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US Congress to probe Yahoo over jailed Chinese journalist Shi Tao

A US congressional committee plans to investigate whether Yahoo Inc lied during testimony over its role in a human rights case in China that sent journalist Shi Tao to jail for 10 years.

Announcing the investigation, House of Representatives foreign affairs committee chairman Tom Lantos, a California Democrat, Friday last it would be shameful if it was confirmed that Yahoo had known why the Chinese police requested the information that enabled them to arrest Shi.

Sign in front of Yahoo! headquarters in Sunnyvale, California. Shi Tao received a 10-year jail sentence, but has appealed the verdict to the Hunan Higher People's court, arguing that he was unaware that the information was classified. He is also suing Yahoo and its Hong Kong subsidiary in the US federal court for damages. Yahoo denied involvement of its Hong Kong subsidiary. (AFP/Getty Images/File/Justin Sullivan)

“Covering up such a despicable practice when congress seeks an explanation is a serious offense,” Lantos said, adding that, “for a firm engaged in the information industry, Yahoo sure has a lot of secrecy to answer for.”

Lantos ordered the investigation after a human rights group released a document that it said raised questions about what Yahoo knew when it shared information with authorities about Shi. The Dui Hua Foundation has released a document that it says shows the Beijing State Security Bureau had written Yahoo saying it wanted email content about Shi for an investigation into suspected "illegal provision of state secrets to foreign entities."

The document requesting information from Yahoo was translated by Dui Hua; it was posted anonymously last week on the website of the US-based Chinese-language Boxun.com, said Joshua Rosenzweig, research manager at Dui Hua, acording to the Associated Press (AP)

Yahoo executive Michael Callahan told a US congressional committee in February 2006 that his company had been told nothing about the content of the investigation into Shi Tao which the Chinese authorities began in 2004. However, China’s Department of State Security sent Yahoo a document dated April 22, 2004 explaining that the authorities wanted information about an Internet user suspected of “illegally providing state secrets to foreign institutions.”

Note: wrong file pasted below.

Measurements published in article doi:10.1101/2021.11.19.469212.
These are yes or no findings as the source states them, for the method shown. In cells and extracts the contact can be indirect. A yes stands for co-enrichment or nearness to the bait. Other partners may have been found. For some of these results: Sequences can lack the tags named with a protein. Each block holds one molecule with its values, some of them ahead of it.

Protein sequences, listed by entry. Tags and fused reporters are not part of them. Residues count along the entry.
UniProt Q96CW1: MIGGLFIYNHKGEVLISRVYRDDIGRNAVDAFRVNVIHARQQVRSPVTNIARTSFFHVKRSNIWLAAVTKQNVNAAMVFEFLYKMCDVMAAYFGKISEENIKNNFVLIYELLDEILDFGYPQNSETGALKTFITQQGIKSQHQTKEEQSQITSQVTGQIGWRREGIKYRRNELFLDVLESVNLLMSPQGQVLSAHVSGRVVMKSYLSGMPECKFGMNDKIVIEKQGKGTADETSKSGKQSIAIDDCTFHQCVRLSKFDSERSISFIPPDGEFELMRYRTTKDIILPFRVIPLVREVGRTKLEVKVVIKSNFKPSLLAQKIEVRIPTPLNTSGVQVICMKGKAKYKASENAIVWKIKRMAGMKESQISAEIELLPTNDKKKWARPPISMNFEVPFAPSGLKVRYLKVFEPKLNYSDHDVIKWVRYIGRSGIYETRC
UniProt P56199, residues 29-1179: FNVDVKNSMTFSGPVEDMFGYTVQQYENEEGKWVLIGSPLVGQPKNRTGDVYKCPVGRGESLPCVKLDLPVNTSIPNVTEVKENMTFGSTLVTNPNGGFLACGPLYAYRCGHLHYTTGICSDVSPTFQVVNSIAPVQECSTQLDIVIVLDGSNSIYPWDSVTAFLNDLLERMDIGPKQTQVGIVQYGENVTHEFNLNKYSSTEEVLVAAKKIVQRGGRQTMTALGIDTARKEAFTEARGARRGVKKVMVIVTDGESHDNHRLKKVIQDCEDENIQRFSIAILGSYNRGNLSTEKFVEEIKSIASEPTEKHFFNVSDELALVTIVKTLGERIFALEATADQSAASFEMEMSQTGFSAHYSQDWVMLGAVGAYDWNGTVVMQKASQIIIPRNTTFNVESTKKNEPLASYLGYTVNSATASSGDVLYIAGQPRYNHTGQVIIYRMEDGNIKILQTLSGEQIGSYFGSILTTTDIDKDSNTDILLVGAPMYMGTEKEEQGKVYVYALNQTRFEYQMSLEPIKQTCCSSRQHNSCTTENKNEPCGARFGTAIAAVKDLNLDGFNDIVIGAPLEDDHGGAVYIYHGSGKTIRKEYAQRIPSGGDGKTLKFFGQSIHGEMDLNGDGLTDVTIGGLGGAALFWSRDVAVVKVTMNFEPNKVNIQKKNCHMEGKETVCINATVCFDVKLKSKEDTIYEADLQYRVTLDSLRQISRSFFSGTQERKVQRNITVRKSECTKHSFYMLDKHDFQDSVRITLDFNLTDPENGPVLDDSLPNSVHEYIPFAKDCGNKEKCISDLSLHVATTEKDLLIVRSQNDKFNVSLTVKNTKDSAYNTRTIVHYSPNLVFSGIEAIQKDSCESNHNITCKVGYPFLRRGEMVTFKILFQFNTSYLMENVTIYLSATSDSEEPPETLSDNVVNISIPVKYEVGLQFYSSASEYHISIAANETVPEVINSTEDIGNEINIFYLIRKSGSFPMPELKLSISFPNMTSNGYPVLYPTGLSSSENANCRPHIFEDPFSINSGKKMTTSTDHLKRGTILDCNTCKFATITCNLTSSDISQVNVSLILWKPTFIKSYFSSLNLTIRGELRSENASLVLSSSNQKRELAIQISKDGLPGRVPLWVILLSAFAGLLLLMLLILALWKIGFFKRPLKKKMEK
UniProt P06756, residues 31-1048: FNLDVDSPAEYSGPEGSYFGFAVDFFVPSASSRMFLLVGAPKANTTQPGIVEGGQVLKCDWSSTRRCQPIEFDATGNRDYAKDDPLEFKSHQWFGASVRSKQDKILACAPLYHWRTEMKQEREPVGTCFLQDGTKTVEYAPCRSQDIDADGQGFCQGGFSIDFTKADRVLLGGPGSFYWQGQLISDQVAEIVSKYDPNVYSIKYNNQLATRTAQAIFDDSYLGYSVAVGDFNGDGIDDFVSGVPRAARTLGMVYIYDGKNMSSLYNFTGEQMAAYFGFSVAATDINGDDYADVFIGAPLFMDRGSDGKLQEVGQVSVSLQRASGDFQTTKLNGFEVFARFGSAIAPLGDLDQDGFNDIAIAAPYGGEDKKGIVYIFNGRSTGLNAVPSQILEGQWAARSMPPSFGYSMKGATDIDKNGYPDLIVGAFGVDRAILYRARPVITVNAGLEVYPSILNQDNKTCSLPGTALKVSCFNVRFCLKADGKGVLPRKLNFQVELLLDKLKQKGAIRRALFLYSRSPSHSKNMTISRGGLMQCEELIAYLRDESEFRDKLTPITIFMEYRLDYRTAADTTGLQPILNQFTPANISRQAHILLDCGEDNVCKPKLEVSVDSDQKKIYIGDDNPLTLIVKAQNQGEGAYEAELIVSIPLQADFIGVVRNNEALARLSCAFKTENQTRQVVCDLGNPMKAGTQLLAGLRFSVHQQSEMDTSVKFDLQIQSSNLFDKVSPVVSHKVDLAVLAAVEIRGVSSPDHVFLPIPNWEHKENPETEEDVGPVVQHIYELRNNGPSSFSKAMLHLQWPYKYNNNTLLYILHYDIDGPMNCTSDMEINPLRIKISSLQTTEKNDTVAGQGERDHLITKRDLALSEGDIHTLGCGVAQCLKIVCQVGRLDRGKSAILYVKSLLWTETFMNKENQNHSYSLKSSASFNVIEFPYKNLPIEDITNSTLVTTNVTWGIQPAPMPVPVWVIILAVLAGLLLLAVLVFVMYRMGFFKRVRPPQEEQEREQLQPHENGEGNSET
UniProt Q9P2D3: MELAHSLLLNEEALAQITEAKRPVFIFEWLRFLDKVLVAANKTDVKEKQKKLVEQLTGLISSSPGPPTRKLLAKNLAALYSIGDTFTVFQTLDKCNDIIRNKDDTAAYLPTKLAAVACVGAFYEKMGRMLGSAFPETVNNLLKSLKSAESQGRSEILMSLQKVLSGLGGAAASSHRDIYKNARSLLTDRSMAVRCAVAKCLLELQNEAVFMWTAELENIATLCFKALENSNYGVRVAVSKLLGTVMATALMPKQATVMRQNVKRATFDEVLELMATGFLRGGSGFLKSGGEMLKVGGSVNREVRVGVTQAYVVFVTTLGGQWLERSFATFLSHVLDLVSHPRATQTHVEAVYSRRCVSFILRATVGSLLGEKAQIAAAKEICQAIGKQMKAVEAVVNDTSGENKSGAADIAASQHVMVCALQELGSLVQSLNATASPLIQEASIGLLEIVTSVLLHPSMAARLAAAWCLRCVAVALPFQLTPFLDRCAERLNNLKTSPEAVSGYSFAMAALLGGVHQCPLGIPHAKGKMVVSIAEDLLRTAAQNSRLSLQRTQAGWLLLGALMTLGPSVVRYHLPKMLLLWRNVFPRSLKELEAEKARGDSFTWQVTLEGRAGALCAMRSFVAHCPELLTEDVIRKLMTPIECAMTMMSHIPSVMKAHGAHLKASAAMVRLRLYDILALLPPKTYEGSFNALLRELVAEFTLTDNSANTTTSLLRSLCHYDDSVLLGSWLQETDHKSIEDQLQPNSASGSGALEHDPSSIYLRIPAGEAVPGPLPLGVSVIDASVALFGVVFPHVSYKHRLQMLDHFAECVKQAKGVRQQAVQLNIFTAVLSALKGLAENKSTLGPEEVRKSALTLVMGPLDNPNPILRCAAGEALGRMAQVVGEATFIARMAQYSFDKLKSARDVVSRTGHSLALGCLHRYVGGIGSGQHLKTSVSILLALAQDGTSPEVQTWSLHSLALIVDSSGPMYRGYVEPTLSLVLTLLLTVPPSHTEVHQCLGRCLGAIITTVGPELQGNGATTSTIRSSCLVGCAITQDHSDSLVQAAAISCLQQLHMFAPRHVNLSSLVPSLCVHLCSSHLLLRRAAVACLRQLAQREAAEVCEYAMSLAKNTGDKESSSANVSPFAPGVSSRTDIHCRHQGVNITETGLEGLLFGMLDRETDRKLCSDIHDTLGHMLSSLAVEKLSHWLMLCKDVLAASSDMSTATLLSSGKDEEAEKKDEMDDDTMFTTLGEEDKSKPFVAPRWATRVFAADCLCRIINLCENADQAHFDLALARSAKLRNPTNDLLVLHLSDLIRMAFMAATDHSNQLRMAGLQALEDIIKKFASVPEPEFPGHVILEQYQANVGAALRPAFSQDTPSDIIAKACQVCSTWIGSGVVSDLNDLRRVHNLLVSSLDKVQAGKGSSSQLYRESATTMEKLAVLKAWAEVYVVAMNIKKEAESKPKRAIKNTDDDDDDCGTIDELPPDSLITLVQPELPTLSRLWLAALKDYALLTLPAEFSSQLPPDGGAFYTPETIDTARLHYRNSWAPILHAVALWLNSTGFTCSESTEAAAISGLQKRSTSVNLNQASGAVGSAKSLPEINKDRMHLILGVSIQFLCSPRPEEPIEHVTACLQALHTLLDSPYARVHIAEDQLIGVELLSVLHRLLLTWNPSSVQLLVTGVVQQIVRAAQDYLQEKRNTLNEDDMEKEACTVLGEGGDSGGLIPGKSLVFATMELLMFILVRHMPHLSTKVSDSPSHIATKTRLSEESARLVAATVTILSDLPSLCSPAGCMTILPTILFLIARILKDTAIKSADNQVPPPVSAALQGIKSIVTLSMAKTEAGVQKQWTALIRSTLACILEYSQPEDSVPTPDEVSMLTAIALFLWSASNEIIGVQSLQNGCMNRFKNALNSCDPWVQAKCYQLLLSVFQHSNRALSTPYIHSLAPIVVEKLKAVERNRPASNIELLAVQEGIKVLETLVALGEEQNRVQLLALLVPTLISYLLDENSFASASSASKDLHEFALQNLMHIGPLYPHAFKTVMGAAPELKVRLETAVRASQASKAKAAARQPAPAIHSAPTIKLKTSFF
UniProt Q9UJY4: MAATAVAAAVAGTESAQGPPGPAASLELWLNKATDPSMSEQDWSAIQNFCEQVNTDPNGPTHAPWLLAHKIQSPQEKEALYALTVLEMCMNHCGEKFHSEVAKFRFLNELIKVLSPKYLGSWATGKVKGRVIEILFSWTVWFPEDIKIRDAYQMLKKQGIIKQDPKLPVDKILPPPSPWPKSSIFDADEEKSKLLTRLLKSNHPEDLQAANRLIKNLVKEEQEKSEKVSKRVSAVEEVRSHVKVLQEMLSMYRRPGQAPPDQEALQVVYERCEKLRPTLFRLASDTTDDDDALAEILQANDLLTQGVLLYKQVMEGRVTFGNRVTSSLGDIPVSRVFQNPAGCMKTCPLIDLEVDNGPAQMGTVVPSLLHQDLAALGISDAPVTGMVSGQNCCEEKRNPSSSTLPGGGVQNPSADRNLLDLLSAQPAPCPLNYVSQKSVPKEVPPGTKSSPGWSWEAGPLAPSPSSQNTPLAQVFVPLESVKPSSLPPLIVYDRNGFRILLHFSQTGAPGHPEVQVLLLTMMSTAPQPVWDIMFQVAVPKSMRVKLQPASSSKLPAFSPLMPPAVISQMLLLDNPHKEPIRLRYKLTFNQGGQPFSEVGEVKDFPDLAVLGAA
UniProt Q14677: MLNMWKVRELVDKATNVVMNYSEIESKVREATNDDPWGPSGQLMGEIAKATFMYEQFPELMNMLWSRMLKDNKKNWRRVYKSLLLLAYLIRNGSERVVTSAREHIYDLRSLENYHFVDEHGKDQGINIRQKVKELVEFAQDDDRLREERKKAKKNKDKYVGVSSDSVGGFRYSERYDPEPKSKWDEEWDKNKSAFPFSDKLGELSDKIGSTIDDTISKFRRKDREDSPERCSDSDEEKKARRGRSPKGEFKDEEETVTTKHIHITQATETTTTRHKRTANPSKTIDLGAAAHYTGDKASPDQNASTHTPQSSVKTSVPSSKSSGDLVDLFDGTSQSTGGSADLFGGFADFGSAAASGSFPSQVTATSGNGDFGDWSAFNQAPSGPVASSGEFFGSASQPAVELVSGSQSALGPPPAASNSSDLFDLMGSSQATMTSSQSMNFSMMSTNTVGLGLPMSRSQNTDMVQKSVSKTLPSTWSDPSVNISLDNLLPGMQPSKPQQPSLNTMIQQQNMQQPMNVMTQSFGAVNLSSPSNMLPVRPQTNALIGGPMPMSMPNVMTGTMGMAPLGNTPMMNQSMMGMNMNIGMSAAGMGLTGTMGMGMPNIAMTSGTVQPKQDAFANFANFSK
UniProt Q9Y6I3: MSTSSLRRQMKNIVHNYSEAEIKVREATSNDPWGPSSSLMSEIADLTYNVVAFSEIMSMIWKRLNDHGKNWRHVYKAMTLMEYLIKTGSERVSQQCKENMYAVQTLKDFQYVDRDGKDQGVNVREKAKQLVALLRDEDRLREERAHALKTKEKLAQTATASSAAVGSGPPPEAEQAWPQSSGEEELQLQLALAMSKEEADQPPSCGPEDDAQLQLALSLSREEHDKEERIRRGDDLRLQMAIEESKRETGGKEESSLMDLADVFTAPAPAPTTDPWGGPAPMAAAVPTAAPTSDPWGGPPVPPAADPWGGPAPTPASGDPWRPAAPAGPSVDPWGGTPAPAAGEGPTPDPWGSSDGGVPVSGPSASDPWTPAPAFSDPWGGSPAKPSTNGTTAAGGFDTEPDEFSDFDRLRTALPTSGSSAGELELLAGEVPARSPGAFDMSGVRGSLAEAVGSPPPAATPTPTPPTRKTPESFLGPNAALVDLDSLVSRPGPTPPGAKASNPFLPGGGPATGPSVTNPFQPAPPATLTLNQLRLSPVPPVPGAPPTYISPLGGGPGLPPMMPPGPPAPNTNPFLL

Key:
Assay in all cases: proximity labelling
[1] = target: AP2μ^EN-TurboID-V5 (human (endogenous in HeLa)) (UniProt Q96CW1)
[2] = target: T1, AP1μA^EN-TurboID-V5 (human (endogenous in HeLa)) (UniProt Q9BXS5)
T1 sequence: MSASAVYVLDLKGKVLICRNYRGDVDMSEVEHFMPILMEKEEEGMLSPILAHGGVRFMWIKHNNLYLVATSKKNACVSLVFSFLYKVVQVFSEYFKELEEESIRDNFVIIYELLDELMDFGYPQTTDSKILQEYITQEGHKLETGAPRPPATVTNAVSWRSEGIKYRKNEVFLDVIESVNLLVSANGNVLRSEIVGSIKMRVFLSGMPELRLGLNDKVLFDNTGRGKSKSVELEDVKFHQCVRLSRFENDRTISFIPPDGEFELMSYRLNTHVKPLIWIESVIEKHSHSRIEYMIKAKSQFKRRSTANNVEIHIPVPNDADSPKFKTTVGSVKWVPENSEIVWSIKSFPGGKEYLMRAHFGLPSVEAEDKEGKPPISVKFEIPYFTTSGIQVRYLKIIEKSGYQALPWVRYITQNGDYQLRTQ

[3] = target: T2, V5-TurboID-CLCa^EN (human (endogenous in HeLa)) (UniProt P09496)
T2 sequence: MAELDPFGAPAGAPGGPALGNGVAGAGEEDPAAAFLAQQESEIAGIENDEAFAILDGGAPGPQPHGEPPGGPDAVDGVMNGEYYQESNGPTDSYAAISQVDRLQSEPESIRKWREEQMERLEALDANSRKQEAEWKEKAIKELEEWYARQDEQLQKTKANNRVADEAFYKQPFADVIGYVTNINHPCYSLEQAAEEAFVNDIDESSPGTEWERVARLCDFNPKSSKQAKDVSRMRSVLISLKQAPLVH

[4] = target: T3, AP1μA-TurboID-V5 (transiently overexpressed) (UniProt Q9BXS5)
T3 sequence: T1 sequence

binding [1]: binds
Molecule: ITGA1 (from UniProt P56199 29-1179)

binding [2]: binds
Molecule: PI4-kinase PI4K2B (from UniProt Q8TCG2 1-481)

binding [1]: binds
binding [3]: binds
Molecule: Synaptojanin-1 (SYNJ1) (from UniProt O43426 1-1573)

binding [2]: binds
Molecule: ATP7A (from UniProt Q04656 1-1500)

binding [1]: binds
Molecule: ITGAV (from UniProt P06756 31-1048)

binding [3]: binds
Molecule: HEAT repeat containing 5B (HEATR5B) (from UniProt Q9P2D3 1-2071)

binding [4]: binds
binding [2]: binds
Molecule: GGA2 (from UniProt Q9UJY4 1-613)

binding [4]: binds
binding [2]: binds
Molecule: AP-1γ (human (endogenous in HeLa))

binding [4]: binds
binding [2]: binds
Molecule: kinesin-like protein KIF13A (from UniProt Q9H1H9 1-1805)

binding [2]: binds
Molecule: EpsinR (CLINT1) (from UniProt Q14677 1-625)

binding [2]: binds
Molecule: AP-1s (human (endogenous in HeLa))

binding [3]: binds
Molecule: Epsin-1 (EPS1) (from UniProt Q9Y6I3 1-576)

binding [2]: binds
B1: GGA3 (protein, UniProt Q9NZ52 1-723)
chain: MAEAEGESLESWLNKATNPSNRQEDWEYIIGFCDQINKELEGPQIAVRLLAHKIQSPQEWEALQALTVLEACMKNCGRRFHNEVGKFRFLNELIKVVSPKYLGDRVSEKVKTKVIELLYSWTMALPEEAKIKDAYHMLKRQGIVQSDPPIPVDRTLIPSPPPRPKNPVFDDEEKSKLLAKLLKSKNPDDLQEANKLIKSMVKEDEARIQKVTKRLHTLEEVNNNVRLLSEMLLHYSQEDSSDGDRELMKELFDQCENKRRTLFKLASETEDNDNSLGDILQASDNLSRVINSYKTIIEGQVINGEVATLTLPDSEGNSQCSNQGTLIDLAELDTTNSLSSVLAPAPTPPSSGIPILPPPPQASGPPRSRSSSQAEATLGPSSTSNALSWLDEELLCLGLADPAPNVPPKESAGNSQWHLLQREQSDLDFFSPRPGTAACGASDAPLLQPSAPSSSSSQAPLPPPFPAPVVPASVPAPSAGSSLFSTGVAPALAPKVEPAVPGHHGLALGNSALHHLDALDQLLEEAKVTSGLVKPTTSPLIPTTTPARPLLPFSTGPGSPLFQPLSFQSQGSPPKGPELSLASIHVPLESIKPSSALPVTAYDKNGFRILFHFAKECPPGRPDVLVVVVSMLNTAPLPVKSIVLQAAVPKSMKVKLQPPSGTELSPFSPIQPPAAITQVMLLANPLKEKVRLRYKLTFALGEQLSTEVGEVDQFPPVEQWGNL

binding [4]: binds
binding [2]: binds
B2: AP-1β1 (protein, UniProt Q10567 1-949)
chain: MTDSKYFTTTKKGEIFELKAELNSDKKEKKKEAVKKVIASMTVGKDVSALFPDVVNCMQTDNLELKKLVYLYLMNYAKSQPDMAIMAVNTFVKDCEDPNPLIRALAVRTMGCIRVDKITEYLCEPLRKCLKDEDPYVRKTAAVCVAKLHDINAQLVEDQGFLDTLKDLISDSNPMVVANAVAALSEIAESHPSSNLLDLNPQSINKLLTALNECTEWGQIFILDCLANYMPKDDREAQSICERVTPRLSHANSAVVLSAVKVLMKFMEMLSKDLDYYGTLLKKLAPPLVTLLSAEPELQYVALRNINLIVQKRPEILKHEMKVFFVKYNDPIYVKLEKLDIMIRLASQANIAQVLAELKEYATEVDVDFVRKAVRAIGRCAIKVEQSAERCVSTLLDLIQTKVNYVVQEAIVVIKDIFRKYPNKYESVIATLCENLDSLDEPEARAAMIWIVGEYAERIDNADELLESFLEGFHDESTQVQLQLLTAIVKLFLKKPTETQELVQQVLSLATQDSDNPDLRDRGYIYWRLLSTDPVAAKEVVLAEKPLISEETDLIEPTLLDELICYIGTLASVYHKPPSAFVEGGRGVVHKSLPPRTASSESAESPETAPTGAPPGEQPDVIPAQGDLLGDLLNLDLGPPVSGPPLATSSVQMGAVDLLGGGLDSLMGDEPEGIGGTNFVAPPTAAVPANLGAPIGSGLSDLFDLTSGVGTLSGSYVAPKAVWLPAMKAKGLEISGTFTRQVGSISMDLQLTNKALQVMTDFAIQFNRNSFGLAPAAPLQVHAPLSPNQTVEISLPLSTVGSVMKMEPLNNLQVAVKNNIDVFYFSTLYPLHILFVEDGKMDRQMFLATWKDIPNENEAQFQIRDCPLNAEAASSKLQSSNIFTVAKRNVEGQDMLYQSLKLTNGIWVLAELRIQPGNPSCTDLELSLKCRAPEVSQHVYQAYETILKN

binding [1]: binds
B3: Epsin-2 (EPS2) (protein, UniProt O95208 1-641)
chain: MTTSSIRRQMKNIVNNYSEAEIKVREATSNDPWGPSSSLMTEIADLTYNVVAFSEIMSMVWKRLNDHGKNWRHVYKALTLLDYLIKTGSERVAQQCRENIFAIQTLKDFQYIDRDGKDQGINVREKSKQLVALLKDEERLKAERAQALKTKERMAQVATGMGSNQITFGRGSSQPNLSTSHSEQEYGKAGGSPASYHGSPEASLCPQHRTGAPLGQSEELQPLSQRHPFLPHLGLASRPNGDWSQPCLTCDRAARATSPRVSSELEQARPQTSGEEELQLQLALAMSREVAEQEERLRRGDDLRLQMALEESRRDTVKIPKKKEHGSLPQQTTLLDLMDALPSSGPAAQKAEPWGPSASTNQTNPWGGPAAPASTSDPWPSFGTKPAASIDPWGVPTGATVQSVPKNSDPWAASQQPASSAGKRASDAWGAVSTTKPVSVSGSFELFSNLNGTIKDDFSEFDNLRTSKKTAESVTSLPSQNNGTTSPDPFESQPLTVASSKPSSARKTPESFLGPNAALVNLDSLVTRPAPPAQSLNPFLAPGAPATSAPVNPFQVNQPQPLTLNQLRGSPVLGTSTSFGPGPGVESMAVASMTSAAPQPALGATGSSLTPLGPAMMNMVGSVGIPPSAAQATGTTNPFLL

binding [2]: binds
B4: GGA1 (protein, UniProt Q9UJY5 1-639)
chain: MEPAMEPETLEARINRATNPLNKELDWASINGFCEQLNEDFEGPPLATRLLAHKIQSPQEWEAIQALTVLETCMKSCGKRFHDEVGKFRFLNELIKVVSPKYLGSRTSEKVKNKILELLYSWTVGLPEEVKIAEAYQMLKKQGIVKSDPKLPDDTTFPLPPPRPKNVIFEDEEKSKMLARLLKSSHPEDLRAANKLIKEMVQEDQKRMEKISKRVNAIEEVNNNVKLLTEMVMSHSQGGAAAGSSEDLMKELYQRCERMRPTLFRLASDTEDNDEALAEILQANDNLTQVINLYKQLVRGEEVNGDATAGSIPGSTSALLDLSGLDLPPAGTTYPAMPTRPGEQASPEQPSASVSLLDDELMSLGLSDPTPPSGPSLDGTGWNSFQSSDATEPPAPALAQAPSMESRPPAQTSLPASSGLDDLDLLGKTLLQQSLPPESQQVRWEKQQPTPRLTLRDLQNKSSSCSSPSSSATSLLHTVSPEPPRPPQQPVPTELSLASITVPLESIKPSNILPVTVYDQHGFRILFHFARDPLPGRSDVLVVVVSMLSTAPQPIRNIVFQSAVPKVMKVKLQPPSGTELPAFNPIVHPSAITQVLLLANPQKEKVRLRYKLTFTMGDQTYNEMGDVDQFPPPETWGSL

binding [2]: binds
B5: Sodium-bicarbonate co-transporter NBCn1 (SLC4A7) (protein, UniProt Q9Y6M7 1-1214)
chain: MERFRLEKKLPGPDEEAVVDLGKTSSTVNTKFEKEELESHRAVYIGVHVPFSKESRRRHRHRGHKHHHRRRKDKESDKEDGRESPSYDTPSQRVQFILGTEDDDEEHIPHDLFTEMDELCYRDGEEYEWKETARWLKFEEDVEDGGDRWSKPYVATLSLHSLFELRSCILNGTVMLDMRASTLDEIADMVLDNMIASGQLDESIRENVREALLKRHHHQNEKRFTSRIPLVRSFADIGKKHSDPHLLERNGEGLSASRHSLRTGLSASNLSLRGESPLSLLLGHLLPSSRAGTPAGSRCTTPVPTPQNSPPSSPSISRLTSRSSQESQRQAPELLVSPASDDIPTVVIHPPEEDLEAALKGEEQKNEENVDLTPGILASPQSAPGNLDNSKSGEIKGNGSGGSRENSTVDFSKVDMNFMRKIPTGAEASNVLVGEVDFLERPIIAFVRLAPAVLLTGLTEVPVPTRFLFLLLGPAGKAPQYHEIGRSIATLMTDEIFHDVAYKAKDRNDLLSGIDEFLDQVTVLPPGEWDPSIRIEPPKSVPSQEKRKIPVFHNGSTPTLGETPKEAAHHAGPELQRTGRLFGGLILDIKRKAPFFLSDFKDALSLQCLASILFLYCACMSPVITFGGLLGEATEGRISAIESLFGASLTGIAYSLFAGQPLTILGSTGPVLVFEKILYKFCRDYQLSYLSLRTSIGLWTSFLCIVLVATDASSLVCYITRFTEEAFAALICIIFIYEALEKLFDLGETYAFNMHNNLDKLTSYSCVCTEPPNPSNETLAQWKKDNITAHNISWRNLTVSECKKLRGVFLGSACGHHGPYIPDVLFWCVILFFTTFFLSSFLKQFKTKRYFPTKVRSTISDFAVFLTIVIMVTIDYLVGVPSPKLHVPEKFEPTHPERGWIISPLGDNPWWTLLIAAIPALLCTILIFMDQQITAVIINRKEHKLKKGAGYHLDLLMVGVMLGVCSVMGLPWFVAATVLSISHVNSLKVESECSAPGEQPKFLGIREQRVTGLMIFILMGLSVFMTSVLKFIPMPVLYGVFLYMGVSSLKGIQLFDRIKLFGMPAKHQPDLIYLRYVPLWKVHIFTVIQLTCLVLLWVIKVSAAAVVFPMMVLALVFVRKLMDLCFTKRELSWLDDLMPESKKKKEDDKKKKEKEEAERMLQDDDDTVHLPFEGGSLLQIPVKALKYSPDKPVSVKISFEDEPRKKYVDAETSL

Chinese authorities convicted Shi, formerly an editorial department head at the Contemporary Business News in China's Hunan Province, in part due to an April 2004 email Yahoo handed over to investigators, which contained a government warning for commissars to be on guard for dissident activity ahead of the 15th anniversary of the Tiananmen Square massacre.

Shi received a 10-year jail sentence, but has appealed the verdict to the Hunan Higher People's court, arguing that he was unaware that the information was classified. He is also suing Yahoo and its Hong Kong subsidiary in the US federal court for damages. Yahoo denied involvement of its Hong Kong subsidiary, saying instead that its China unit was forced to hand over the emails in compliance with local laws.

On May 29, Shi’s family joined the lawsuit filed in California against Yahoo by the family of Wang Xiaoning, a dissident who has been in prison since 2003 and who, like Shi, was convicted on the basis of information which Yahoo! provided to the Chinese police. At the time, Yahoo defended its cooperation with the police by claiming that it had not been told anything about the nature of the investigation and was just complying with Chinese law.

Reporters sans Frontières (RSF) hailed the congressional decision. “Yahoo’s confused statements must finally be clarified,” the press freedom organisation said. “It is time the US corporation recognised its mistakes and accepted the consequences.”

Shi is not the only one suing Yahoo for handing personal information to Chinese authorities. The wife of an imprisoned Chinese dissidentfiled suitin the US District Court for the Northern District of California in Oakland earlier this year, claiming that information provided by Yahoo led to the arrest and torture of her husband, Wang Xiaoning.

In addition, Amnesty International and RSF have both criticised Yahoo over the Shi Tao incident, and a group of US lawmakers blasted a group of Internet companies last year, including Yahoo, Google Inc, Microsoft Corp and Cisco Systems Inc, for failing to uphold free expression in China.

Date posted: August 6, 2007 Last modified: May 23, 2018 Total views: 15578